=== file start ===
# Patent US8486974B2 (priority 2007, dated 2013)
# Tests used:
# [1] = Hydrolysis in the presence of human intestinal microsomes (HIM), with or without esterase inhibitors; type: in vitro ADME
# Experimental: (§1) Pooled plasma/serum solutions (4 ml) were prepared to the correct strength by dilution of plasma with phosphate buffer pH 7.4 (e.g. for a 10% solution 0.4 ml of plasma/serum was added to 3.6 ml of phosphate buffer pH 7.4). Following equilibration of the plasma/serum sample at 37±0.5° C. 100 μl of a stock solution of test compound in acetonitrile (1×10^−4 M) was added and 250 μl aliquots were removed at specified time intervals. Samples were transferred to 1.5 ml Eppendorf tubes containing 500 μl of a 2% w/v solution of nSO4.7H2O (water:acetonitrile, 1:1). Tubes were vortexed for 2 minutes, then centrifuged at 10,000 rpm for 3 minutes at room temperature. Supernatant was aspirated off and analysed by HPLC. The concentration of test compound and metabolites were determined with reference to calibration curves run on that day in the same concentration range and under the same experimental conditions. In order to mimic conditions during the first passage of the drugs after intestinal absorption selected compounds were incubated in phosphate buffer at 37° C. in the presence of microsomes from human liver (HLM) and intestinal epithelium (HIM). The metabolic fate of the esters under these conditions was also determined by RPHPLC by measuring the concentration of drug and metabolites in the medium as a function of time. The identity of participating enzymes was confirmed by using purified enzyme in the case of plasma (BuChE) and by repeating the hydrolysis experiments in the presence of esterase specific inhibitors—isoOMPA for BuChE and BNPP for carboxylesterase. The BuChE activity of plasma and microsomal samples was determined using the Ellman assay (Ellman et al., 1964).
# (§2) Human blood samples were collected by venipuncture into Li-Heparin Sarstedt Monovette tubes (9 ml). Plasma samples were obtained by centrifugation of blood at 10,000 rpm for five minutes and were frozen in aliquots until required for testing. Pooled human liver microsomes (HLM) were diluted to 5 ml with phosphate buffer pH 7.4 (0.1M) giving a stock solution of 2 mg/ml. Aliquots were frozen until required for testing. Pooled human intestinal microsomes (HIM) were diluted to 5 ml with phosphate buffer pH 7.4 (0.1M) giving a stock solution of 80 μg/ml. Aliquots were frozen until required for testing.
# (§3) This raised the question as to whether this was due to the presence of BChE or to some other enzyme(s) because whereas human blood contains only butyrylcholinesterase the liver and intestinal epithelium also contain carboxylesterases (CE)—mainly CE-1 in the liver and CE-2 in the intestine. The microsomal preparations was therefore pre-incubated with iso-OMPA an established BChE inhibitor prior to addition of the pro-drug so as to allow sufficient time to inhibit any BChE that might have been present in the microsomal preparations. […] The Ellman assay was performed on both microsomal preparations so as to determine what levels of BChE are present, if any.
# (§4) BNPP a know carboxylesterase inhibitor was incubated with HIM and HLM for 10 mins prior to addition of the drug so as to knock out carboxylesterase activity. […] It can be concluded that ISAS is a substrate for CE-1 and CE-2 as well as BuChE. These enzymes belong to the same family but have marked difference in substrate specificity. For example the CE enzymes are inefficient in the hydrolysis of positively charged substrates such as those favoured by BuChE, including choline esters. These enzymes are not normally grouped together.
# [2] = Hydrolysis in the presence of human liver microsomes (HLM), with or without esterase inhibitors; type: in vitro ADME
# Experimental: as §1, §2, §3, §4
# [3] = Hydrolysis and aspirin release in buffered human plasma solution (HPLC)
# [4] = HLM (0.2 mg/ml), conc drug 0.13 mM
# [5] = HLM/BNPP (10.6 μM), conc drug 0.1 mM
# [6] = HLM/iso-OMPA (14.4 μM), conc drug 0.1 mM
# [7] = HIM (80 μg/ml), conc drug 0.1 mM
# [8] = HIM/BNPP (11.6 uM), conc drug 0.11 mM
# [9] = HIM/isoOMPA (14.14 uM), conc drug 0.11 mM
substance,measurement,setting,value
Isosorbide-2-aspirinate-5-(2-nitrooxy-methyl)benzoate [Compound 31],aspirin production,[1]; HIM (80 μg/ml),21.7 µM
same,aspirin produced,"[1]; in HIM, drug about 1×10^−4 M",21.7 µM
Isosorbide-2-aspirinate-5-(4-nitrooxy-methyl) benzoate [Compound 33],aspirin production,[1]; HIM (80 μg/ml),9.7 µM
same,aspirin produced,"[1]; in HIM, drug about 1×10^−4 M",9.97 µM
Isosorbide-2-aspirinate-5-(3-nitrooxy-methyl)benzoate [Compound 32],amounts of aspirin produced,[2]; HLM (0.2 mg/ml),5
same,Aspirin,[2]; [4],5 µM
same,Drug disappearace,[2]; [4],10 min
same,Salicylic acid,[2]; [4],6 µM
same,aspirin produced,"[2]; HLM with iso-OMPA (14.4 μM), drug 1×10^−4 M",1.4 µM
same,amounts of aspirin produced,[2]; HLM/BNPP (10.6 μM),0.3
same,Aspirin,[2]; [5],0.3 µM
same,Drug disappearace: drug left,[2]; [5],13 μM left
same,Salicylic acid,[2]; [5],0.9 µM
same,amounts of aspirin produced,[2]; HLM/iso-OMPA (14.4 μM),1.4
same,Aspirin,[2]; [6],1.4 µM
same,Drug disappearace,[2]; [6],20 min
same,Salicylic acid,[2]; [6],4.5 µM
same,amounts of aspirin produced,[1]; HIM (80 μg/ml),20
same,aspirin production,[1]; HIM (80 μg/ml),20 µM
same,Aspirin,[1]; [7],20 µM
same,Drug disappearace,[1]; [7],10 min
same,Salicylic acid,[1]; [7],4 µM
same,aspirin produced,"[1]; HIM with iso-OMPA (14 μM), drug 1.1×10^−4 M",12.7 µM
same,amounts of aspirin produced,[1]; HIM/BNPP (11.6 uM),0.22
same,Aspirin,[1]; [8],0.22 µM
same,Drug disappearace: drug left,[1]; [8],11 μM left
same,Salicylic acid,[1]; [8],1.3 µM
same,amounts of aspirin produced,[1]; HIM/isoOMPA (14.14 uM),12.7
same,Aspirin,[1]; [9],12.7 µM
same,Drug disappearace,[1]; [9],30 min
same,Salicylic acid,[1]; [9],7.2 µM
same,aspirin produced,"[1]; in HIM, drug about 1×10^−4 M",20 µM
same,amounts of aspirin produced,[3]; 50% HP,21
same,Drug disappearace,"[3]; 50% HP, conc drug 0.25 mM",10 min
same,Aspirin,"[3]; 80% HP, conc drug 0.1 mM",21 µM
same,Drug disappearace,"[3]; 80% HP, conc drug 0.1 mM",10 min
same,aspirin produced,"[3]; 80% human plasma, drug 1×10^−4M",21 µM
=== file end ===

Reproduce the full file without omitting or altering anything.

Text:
# Patent US8486974B2 (priority 2007, dated 2013)
# Tests used:
# [1] = Hydrolysis in the presence of human intestinal microsomes (HIM), with or without esterase inhibitors; type: in vitro ADME
# Experimental: (§1) Pooled plasma/serum solutions (4 ml) were prepared to the correct strength by dilution of plasma with phosphate buffer pH 7.4 (e.g. for a 10% solution 0.4 ml of plasma/serum was added to 3.6 ml of phosphate buffer pH 7.4). Following equilibration of the plasma/serum sample at 37±0.5° C. 100 μl of a stock solution of test compound in acetonitrile (1×10^−4 M) was added and 250 μl aliquots were removed at specified time intervals. Samples were transferred to 1.5 ml Eppendorf tubes containing 500 μl of a 2% w/v solution of nSO4.7H2O (water:acetonitrile, 1:1). Tubes were vortexed for 2 minutes, then centrifuged at 10,000 rpm for 3 minutes at room temperature. Supernatant was aspirated off and analysed by HPLC. The concentration of test compound and metabolites were determined with reference to calibration curves run on that day in the same concentration range and under the same experimental conditions. In order to mimic conditions during the first passage of the drugs after intestinal absorption selected compounds were incubated in phosphate buffer at 37° C. in the presence of microsomes from human liver (HLM) and intestinal epithelium (HIM). The metabolic fate of the esters under these conditions was also determined by RPHPLC by measuring the concentration of drug and metabolites in the medium as a function of time. The identity of participating enzymes was confirmed by using purified enzyme in the case of plasma (BuChE) and by repeating the hydrolysis experiments in the presence of esterase specific inhibitors—isoOMPA for BuChE and BNPP for carboxylesterase. The BuChE activity of plasma and microsomal samples was determined using the Ellman assay (Ellman et al., 1964).
# (§2) Human blood samples were collected by venipuncture into Li-Heparin Sarstedt Monovette tubes (9 ml). Plasma samples were obtained by centrifugation of blood at 10,000 rpm for five minutes and were frozen in aliquots until required for testing. Pooled human liver microsomes (HLM) were diluted to 5 ml with phosphate buffer pH 7.4 (0.1M) giving a stock solution of 2 mg/ml. Aliquots were frozen until required for testing. Pooled human intestinal microsomes (HIM) were diluted to 5 ml with phosphate buffer pH 7.4 (0.1M) giving a stock solution of 80 μg/ml. Aliquots were frozen until required for testing.
# (§3) This raised the question as to whether this was due to the presence of BChE or to some other enzyme(s) because whereas human blood contains only butyrylcholinesterase the liver and intestinal epithelium also contain carboxylesterases (CE)—mainly CE-1 in the liver and CE-2 in the intestine. The microsomal preparations was therefore pre-incubated with iso-OMPA an established BChE inhibitor prior to addition of the pro-drug so as to allow sufficient time to inhibit any BChE that might have been present in the microsomal preparations. […] The Ellman assay was performed on both microsomal preparations so as to determine what levels of BChE are present, if any.
# (§4) BNPP a know carboxylesterase inhibitor was incubated with HIM and HLM for 10 mins prior to addition of the drug so as to knock out carboxylesterase activity. […] It can be concluded that ISAS is a substrate for CE-1 and CE-2 as well as BuChE. These enzymes belong to the same family but have marked difference in substrate specificity. For example the CE enzymes are inefficient in the hydrolysis of positively charged substrates such as those favoured by BuChE, including choline esters. These enzymes are not normally grouped together.
# [2] = Hydrolysis in the presence of human liver microsomes (HLM), with or without esterase inhibitors; type: in vitro ADME
# Experimental: as §1, §2, §3, §4
# [3] = Hydrolysis and aspirin release in buffered human plasma solution (HPLC)
# [4] = HLM (0.2 mg/ml), conc drug 0.13 mM
# [5] = HLM/BNPP (10.6 μM), conc drug 0.1 mM
# [6] = HLM/iso-OMPA (14.4 μM), conc drug 0.1 mM
# [7] = HIM (80 μg/ml), conc drug 0.1 mM
# [8] = HIM/BNPP (11.6 uM), conc drug 0.11 mM
# [9] = HIM/isoOMPA (14.14 uM), conc drug 0.11 mM
substance,measurement,setting,value
Isosorbide-2-aspirinate-5-(2-nitrooxy-methyl)benzoate [Compound 31],aspirin production,[1]; HIM (80 μg/ml),21.7 µM
same,aspirin produced,"[1]; in HIM, drug about 1×10^−4 M",21.7 µM
Isosorbide-2-aspirinate-5-(4-nitrooxy-methyl) benzoate [Compound 33],aspirin production,[1]; HIM (80 μg/ml),9.7 µM
same,aspirin produced,"[1]; in HIM, drug about 1×10^−4 M",9.97 µM
Isosorbide-2-aspirinate-5-(3-nitrooxy-methyl)benzoate [Compound 32],amounts of aspirin produced,[2]; HLM (0.2 mg/ml),5
same,Aspirin,[2]; [4],5 µM
same,Drug disappearace,[2]; [4],10 min
same,Salicylic acid,[2]; [4],6 µM
same,aspirin produced,"[2]; HLM with iso-OMPA (14.4 μM), drug 1×10^−4 M",1.4 µM
same,amounts of aspirin produced,[2]; HLM/BNPP (10.6 μM),0.3
same,Aspirin,[2]; [5],0.3 µM
same,Drug disappearace: drug left,[2]; [5],13 μM left
same,Salicylic acid,[2]; [5],0.9 µM
same,amounts of aspirin produced,[2]; HLM/iso-OMPA (14.4 μM),1.4
same,Aspirin,[2]; [6],1.4 µM
same,Drug disappearace,[2]; [6],20 min
same,Salicylic acid,[2]; [6],4.5 µM
same,amounts of aspirin produced,[1]; HIM (80 μg/ml),20
same,aspirin production,[1]; HIM (80 μg/ml),20 µM
same,Aspirin,[1]; [7],20 µM
same,Drug disappearace,[1]; [7],10 min
same,Salicylic acid,[1]; [7],4 µM
same,aspirin produced,"[1]; HIM with iso-OMPA (14 μM), drug 1.1×10^−4 M",12.7 µM
same,amounts of aspirin produced,[1]; HIM/BNPP (11.6 uM),0.22
same,Aspirin,[1]; [8],0.22 µM
same,Drug disappearace: drug left,[1]; [8],11 μM left
same,Salicylic acid,[1]; [8],1.3 µM
same,amounts of aspirin produced,[1]; HIM/isoOMPA (14.14 uM),12.7
same,Aspirin,[1]; [9],12.7 µM
same,Drug disappearace,[1]; [9],30 min
same,Salicylic acid,[1]; [9],7.2 µM
same,aspirin produced,"[1]; in HIM, drug about 1×10^−4 M",20 µM
same,amounts of aspirin produced,[3]; 50% HP,21
same,Drug disappearace,"[3]; 50% HP, conc drug 0.25 mM",10 min
same,Aspirin,"[3]; 80% HP, conc drug 0.1 mM",21 µM
same,Drug disappearace,"[3]; 80% HP, conc drug 0.1 mM",10 min
same,aspirin produced,"[3]; 80% human plasma, drug 1×10^−4M",21 µM